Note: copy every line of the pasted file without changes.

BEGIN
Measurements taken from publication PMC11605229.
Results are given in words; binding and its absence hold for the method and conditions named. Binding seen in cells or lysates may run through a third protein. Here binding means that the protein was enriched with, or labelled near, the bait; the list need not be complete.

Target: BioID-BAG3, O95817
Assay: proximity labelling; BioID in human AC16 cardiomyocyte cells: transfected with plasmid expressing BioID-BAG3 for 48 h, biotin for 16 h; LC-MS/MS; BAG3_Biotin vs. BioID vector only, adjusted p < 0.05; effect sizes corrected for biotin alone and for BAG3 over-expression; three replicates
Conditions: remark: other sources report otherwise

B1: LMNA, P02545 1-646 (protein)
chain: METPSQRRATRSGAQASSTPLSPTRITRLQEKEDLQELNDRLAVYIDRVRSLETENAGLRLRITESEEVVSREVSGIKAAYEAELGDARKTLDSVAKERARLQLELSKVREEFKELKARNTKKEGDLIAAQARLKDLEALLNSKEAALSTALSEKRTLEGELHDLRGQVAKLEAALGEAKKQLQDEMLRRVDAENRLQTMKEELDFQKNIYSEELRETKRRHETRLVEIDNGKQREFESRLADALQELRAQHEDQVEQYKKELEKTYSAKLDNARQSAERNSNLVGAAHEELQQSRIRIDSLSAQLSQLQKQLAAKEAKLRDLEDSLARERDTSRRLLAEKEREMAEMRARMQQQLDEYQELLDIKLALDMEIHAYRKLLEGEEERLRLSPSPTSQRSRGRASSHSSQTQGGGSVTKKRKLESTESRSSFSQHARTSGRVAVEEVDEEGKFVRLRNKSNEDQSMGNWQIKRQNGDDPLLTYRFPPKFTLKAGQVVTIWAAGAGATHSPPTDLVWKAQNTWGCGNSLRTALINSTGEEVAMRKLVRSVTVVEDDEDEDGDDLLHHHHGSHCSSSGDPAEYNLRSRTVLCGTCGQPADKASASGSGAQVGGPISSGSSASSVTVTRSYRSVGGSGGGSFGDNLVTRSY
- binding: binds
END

Measurements taken from publication PMC11605229.
Results are given in words; binding and its absence hold for the method and conditions named. Binding seen in cells or lysates may run through a third protein. Here binding means that the protein was enriched with, or labelled near, the bait; the list need not be complete.

Target: BioID-BAG3, O95817
Assay: proximity labelling; BioID in human AC16 cardiomyocyte cells: transfected with plasmid expressing BioID-BAG3 for 48 h, biotin for 16 h; LC-MS/MS; BAG3_Biotin vs. BioID vector only, adjusted p < 0.05; effect sizes corrected for biotin alone and for BAG3 over-expression; three replicates
Conditions: remark: other sources report otherwise

B1: LMNA, P02545 1-646 (protein)
chain: METPSQRRATRSGAQASSTPLSPTRITRLQEKEDLQELNDRLAVYIDRVRSLETENAGLRLRITESEEVVSREVSGIKAAYEAELGDARKTLDSVAKERARLQLELSKVREEFKELKARNTKKEGDLIAAQARLKDLEALLNSKEAALSTALSEKRTLEGELHDLRGQVAKLEAALGEAKKQLQDEMLRRVDAENRLQTMKEELDFQKNIYSEELRETKRRHETRLVEIDNGKQREFESRLADALQELRAQHEDQVEQYKKELEKTYSAKLDNARQSAERNSNLVGAAHEELQQSRIRIDSLSAQLSQLQKQLAAKEAKLRDLEDSLARERDTSRRLLAEKEREMAEMRARMQQQLDEYQELLDIKLALDMEIHAYRKLLEGEEERLRLSPSPTSQRSRGRASSHSSQTQGGGSVTKKRKLESTESRSSFSQHARTSGRVAVEEVDEEGKFVRLRNKSNEDQSMGNWQIKRQNGDDPLLTYRFPPKFTLKAGQVVTIWAAGAGATHSPPTDLVWKAQNTWGCGNSLRTALINSTGEEVAMRKLVRSVTVVEDDEDEDGDDLLHHHHGSHCSSSGDPAEYNLRSRTVLCGTCGQPADKASASGSGAQVGGPISSGSSASSVTVTRSYRSVGGSGGGSFGDNLVTRSY
- binding: binds